My elder son, the dreamy quiet planet, has the most curious mind I’ve ever encountered.
He never rejects an idea outright–first he acquaints himself with who and what is behind the idea and then finds out who influenced their thinking and he checks them out too. He will swim in the seas of an idea for a while before deciding whether he accepts or rejects it, and then washes up on the next shore, then the next. His library is formidable, and he is never intimidated (as I sometimes am) by a really thick book with tiny type. Sometimes he’ll push a book on me that I know is way beyond my ken and I’ll say, “I don’t think…” and he’ll say, “of course you can read this! You just have to want to!”
I am flattered that my son thinks I am as smart as he is, but I know it is not true.
Anyway, for me his regime of constant-study would be exhausting. As I’ve often confessed, when I am tired, I must retreat to the Discworld or Heyerland. I cannot keep so many ideas and philosophies in my mind; I can’t retain so much relevant information (his memory is astounding; basically once he’s read something, it’s stored forever. I can’t even remember what I wrote two days ago!)
For Christmas this Elder Son gave me two books touching on a subject I’ve been exploring on my own, and then the other day he shot me an e-mail about Dietrich von Hildebrand.
A little astonished, I asked, “how did you get to von Hildebrand!” and he wrote back,
Hildebrand, like Marion and John Paul II, was also coming at theology from a perspective informed by phenomenology. I am not familiar with much of his writing but I think these quotes are very much up your alley.
Yes, I keep telling him to read a little Edith Stein, since she was something of a phenomenology prodigy. But anyway, today answers me with this great email:
[Someone] brought him up after he noticed I was reading about virtue ethics.
Also, though it’s not exactly related to your last post (the “Jesus vs. Religion” one), something in there put me in mind of Nassim Nicholas Taleb. He’s an epistemologist and probability theorist who adheres to a philosophy of skeptical empiricism in most aspects of life, but is also an Orthodox Christian.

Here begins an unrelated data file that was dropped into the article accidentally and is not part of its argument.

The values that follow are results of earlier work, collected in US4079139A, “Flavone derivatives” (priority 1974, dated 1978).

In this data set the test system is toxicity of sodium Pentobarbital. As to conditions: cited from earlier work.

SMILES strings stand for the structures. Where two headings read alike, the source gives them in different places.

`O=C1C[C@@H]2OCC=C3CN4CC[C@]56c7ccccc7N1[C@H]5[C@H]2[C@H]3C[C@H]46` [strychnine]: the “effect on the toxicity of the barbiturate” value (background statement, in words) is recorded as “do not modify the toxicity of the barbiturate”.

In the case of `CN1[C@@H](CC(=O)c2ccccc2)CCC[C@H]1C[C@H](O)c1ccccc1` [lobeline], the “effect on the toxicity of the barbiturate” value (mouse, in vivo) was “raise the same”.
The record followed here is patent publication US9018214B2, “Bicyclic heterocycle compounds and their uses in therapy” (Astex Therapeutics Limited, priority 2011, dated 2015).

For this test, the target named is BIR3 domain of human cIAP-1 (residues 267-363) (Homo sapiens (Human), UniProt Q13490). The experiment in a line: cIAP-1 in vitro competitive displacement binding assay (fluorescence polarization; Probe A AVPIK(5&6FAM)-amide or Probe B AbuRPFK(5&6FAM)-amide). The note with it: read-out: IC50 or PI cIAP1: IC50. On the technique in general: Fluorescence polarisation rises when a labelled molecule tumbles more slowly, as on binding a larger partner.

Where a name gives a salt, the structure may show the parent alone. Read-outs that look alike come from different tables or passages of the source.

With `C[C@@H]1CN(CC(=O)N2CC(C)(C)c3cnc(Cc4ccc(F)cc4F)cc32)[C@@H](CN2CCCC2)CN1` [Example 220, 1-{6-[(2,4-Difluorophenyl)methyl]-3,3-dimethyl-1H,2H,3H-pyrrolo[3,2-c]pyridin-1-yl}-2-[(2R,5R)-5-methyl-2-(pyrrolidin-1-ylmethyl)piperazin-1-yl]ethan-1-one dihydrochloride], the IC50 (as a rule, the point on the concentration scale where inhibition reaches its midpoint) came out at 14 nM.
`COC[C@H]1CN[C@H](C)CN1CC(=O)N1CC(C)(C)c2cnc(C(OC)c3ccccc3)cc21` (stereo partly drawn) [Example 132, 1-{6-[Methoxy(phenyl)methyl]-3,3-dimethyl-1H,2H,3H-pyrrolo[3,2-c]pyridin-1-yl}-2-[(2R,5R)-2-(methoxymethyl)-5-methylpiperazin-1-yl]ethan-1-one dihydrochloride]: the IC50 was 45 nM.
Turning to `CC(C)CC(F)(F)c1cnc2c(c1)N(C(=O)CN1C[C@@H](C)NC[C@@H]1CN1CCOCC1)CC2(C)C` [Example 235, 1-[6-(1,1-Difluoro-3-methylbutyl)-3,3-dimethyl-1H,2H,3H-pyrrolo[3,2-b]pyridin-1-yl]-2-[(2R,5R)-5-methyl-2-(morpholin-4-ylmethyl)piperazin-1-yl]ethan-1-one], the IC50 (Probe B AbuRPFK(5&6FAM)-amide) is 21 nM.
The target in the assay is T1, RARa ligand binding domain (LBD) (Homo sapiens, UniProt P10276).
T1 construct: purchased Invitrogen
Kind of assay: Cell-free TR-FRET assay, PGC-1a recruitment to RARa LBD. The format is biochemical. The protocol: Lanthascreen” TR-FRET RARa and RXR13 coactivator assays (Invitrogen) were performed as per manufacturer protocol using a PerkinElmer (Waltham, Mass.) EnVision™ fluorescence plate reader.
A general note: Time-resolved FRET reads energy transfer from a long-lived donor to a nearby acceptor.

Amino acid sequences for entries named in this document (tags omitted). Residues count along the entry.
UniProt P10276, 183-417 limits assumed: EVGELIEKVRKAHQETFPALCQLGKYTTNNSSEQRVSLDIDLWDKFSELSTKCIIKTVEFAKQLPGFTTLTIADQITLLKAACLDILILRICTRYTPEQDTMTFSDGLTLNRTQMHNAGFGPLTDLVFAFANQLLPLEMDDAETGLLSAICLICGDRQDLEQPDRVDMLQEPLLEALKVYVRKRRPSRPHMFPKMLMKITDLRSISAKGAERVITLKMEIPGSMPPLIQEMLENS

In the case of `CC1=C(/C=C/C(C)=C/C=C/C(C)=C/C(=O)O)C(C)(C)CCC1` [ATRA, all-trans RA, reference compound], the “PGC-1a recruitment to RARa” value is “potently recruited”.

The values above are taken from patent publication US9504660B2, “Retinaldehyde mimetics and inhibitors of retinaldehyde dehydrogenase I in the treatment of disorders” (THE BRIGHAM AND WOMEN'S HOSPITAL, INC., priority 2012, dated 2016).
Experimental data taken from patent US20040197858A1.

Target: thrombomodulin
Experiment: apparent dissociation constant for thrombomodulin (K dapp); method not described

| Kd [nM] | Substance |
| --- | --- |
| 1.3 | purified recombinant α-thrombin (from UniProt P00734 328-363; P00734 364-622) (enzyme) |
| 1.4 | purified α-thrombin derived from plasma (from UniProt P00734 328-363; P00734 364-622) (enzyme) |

“Scepticism is effortful and costly. It is better to be sceptical about matters of large consequences, and be imperfect, foolish and human in the small and the aesthetic.” …
Startlingly, this great sceptic, this non-guru who believes in nothing, is still a practising Christian. He regards with some contempt the militant atheism movement led by Richard Dawkins.
“Scientists don’t know what they are talking about when they talk about religion. Religion has nothing to do with belief, and I don’t believe it has any negative impact on people’s lives outside of intolerance. Why do I go to church? It’s like asking, why did you marry that woman? You make up reasons, but it’s probably just smell. I love the smell of candles. It’s an aesthetic thing.”
Take away religion, he says, and people start believing in nationalism, which has killed far more people. Religion is also a good way of handling uncertainty. It lowers blood pressure. He’s convinced that religious people take fewer financial risks.’
Incidentally, I really like his book The Black Swan: The Impact of the Highly Improbable (no relation to the movie). When I get it back from [a friend] I’m gonna loan my copy to Dad. It’s a much quicker and more rollicking read than the last one I lent him.
Rollicking. Yeah. My son finds this stuff rollicking! He doesn’t understand that his poor father can’t read two pages of anything without falling into slumber, these days, and his mother is just not all that smart.
But he reads my blog! That’s flattering.
Then again, he does read everything.
I am going to have to write better!